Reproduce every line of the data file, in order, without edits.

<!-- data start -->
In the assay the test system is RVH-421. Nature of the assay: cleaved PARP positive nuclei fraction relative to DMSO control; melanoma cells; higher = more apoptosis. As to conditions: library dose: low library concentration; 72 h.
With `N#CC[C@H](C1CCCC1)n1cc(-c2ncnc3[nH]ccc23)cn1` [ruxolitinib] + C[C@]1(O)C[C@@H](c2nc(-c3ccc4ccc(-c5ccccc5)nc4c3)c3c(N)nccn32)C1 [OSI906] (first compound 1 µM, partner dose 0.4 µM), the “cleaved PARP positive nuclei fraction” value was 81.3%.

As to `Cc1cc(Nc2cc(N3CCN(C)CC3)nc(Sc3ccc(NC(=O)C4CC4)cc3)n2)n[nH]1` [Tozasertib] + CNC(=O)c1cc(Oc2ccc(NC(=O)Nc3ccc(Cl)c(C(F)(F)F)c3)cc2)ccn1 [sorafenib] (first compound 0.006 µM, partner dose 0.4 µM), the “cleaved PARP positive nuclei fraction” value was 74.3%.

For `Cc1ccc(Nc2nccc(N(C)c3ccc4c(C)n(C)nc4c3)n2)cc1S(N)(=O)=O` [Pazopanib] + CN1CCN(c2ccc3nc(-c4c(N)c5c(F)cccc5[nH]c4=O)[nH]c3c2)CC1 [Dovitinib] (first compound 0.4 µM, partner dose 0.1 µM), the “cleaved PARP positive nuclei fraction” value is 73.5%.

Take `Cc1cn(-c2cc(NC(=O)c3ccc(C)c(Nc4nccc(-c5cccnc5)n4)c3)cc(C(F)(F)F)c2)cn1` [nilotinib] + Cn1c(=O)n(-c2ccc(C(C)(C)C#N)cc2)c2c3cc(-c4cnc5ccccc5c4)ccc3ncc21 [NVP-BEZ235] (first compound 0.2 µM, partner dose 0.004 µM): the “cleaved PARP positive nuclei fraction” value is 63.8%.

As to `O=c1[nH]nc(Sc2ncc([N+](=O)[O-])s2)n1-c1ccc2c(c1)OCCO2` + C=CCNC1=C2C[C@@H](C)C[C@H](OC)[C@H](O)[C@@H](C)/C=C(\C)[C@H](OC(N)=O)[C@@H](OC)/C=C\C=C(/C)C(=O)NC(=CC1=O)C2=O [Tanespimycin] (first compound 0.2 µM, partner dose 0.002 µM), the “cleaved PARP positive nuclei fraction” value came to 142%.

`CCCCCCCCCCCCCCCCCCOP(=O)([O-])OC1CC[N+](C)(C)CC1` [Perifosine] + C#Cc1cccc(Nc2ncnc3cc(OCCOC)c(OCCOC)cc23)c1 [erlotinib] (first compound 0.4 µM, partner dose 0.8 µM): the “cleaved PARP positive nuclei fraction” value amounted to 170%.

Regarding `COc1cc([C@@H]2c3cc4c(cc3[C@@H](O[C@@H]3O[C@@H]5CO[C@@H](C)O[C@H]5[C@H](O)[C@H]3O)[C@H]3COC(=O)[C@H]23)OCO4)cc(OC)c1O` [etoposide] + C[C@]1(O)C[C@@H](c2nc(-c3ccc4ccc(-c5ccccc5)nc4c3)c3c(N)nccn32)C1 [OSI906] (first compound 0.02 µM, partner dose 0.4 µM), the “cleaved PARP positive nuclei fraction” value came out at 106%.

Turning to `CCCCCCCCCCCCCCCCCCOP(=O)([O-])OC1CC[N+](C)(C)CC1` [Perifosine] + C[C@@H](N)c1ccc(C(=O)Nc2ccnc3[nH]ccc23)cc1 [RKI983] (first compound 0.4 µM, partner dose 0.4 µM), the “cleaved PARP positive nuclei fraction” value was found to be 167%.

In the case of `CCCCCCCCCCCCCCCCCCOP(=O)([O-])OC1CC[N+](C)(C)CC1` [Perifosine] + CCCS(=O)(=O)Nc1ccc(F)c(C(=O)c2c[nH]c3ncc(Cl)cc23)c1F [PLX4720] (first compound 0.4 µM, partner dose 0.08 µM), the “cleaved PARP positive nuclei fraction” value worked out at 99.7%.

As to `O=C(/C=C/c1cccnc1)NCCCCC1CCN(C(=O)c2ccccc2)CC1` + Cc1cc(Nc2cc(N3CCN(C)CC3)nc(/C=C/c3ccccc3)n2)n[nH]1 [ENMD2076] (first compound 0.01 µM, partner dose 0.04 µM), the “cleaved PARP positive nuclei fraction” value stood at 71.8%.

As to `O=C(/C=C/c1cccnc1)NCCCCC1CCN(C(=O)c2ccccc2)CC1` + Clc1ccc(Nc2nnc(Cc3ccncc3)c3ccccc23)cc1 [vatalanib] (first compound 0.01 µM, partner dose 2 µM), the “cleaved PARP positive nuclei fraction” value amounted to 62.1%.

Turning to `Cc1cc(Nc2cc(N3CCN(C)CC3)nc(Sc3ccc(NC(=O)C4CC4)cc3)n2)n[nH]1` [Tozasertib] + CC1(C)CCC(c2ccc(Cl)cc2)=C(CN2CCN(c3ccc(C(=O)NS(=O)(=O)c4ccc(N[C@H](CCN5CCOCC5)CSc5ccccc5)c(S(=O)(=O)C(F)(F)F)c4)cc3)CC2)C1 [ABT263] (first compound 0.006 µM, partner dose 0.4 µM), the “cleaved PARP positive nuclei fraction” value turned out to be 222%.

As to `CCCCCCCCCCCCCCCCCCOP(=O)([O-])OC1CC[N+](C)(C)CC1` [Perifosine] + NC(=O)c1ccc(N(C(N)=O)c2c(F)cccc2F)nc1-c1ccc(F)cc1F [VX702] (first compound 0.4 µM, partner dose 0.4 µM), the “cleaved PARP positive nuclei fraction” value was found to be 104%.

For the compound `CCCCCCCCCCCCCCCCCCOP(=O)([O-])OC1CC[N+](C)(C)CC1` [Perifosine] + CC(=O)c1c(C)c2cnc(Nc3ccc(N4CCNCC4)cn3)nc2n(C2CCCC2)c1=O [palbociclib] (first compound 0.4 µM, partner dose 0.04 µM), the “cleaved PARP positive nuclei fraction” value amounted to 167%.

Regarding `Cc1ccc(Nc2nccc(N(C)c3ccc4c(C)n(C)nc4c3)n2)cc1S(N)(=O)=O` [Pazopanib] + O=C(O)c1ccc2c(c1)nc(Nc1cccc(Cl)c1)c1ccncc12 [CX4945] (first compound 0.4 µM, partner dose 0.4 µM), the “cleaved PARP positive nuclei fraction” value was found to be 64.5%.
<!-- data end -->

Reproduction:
In the assay the test system is RVH-421. Nature of the assay: cleaved PARP positive nuclei fraction relative to DMSO control; melanoma cells; higher = more apoptosis. As to conditions: library dose: low library concentration; 72 h.
With `N#CC[C@H](C1CCCC1)n1cc(-c2ncnc3[nH]ccc23)cn1` [ruxolitinib] + C[C@]1(O)C[C@@H](c2nc(-c3ccc4ccc(-c5ccccc5)nc4c3)c3c(N)nccn32)C1 [OSI906] (first compound 1 µM, partner dose 0.4 µM), the “cleaved PARP positive nuclei fraction” value was 81.3%.

As to `Cc1cc(Nc2cc(N3CCN(C)CC3)nc(Sc3ccc(NC(=O)C4CC4)cc3)n2)n[nH]1` [Tozasertib] + CNC(=O)c1cc(Oc2ccc(NC(=O)Nc3ccc(Cl)c(C(F)(F)F)c3)cc2)ccn1 [sorafenib] (first compound 0.006 µM, partner dose 0.4 µM), the “cleaved PARP positive nuclei fraction” value was 74.3%.

For `Cc1ccc(Nc2nccc(N(C)c3ccc4c(C)n(C)nc4c3)n2)cc1S(N)(=O)=O` [Pazopanib] + CN1CCN(c2ccc3nc(-c4c(N)c5c(F)cccc5[nH]c4=O)[nH]c3c2)CC1 [Dovitinib] (first compound 0.4 µM, partner dose 0.1 µM), the “cleaved PARP positive nuclei fraction” value is 73.5%.

Take `Cc1cn(-c2cc(NC(=O)c3ccc(C)c(Nc4nccc(-c5cccnc5)n4)c3)cc(C(F)(F)F)c2)cn1` [nilotinib] + Cn1c(=O)n(-c2ccc(C(C)(C)C#N)cc2)c2c3cc(-c4cnc5ccccc5c4)ccc3ncc21 [NVP-BEZ235] (first compound 0.2 µM, partner dose 0.004 µM): the “cleaved PARP positive nuclei fraction” value is 63.8%.

As to `O=c1[nH]nc(Sc2ncc([N+](=O)[O-])s2)n1-c1ccc2c(c1)OCCO2` + C=CCNC1=C2C[C@@H](C)C[C@H](OC)[C@H](O)[C@@H](C)/C=C(\C)[C@H](OC(N)=O)[C@@H](OC)/C=C\C=C(/C)C(=O)NC(=CC1=O)C2=O [Tanespimycin] (first compound 0.2 µM, partner dose 0.002 µM), the “cleaved PARP positive nuclei fraction” value came to 142%.

`CCCCCCCCCCCCCCCCCCOP(=O)([O-])OC1CC[N+](C)(C)CC1` [Perifosine] + C#Cc1cccc(Nc2ncnc3cc(OCCOC)c(OCCOC)cc23)c1 [erlotinib] (first compound 0.4 µM, partner dose 0.8 µM): the “cleaved PARP positive nuclei fraction” value amounted to 170%.

Regarding `COc1cc([C@@H]2c3cc4c(cc3[C@@H](O[C@@H]3O[C@@H]5CO[C@@H](C)O[C@H]5[C@H](O)[C@H]3O)[C@H]3COC(=O)[C@H]23)OCO4)cc(OC)c1O` [etoposide] + C[C@]1(O)C[C@@H](c2nc(-c3ccc4ccc(-c5ccccc5)nc4c3)c3c(N)nccn32)C1 [OSI906] (first compound 0.02 µM, partner dose 0.4 µM), the “cleaved PARP positive nuclei fraction” value came out at 106%.

Turning to `CCCCCCCCCCCCCCCCCCOP(=O)([O-])OC1CC[N+](C)(C)CC1` [Perifosine] + C[C@@H](N)c1ccc(C(=O)Nc2ccnc3[nH]ccc23)cc1 [RKI983] (first compound 0.4 µM, partner dose 0.4 µM), the “cleaved PARP positive nuclei fraction” value was found to be 167%.

In the case of `CCCCCCCCCCCCCCCCCCOP(=O)([O-])OC1CC[N+](C)(C)CC1` [Perifosine] + CCCS(=O)(=O)Nc1ccc(F)c(C(=O)c2c[nH]c3ncc(Cl)cc23)c1F [PLX4720] (first compound 0.4 µM, partner dose 0.08 µM), the “cleaved PARP positive nuclei fraction” value worked out at 99.7%.

As to `O=C(/C=C/c1cccnc1)NCCCCC1CCN(C(=O)c2ccccc2)CC1` + Cc1cc(Nc2cc(N3CCN(C)CC3)nc(/C=C/c3ccccc3)n2)n[nH]1 [ENMD2076] (first compound 0.01 µM, partner dose 0.04 µM), the “cleaved PARP positive nuclei fraction” value stood at 71.8%.

As to `O=C(/C=C/c1cccnc1)NCCCCC1CCN(C(=O)c2ccccc2)CC1` + Clc1ccc(Nc2nnc(Cc3ccncc3)c3ccccc23)cc1 [vatalanib] (first compound 0.01 µM, partner dose 2 µM), the “cleaved PARP positive nuclei fraction” value amounted to 62.1%.

Turning to `Cc1cc(Nc2cc(N3CCN(C)CC3)nc(Sc3ccc(NC(=O)C4CC4)cc3)n2)n[nH]1` [Tozasertib] + CC1(C)CCC(c2ccc(Cl)cc2)=C(CN2CCN(c3ccc(C(=O)NS(=O)(=O)c4ccc(N[C@H](CCN5CCOCC5)CSc5ccccc5)c(S(=O)(=O)C(F)(F)F)c4)cc3)CC2)C1 [ABT263] (first compound 0.006 µM, partner dose 0.4 µM), the “cleaved PARP positive nuclei fraction” value turned out to be 222%.

As to `CCCCCCCCCCCCCCCCCCOP(=O)([O-])OC1CC[N+](C)(C)CC1` [Perifosine] + NC(=O)c1ccc(N(C(N)=O)c2c(F)cccc2F)nc1-c1ccc(F)cc1F [VX702] (first compound 0.4 µM, partner dose 0.4 µM), the “cleaved PARP positive nuclei fraction” value was found to be 104%.

For the compound `CCCCCCCCCCCCCCCCCCOP(=O)([O-])OC1CC[N+](C)(C)CC1` [Perifosine] + CC(=O)c1c(C)c2cnc(Nc3ccc(N4CCNCC4)cn3)nc2n(C2CCCC2)c1=O [palbociclib] (first compound 0.4 µM, partner dose 0.04 µM), the “cleaved PARP positive nuclei fraction” value amounted to 167%.

Regarding `Cc1ccc(Nc2nccc(N(C)c3ccc4c(C)n(C)nc4c3)n2)cc1S(N)(=O)=O` [Pazopanib] + O=C(O)c1ccc2c(c1)nc(Nc1cccc(Cl)c1)c1ccncc12 [CX4945] (first compound 0.4 µM, partner dose 0.4 µM), the “cleaved PARP positive nuclei fraction” value was found to be 64.5%.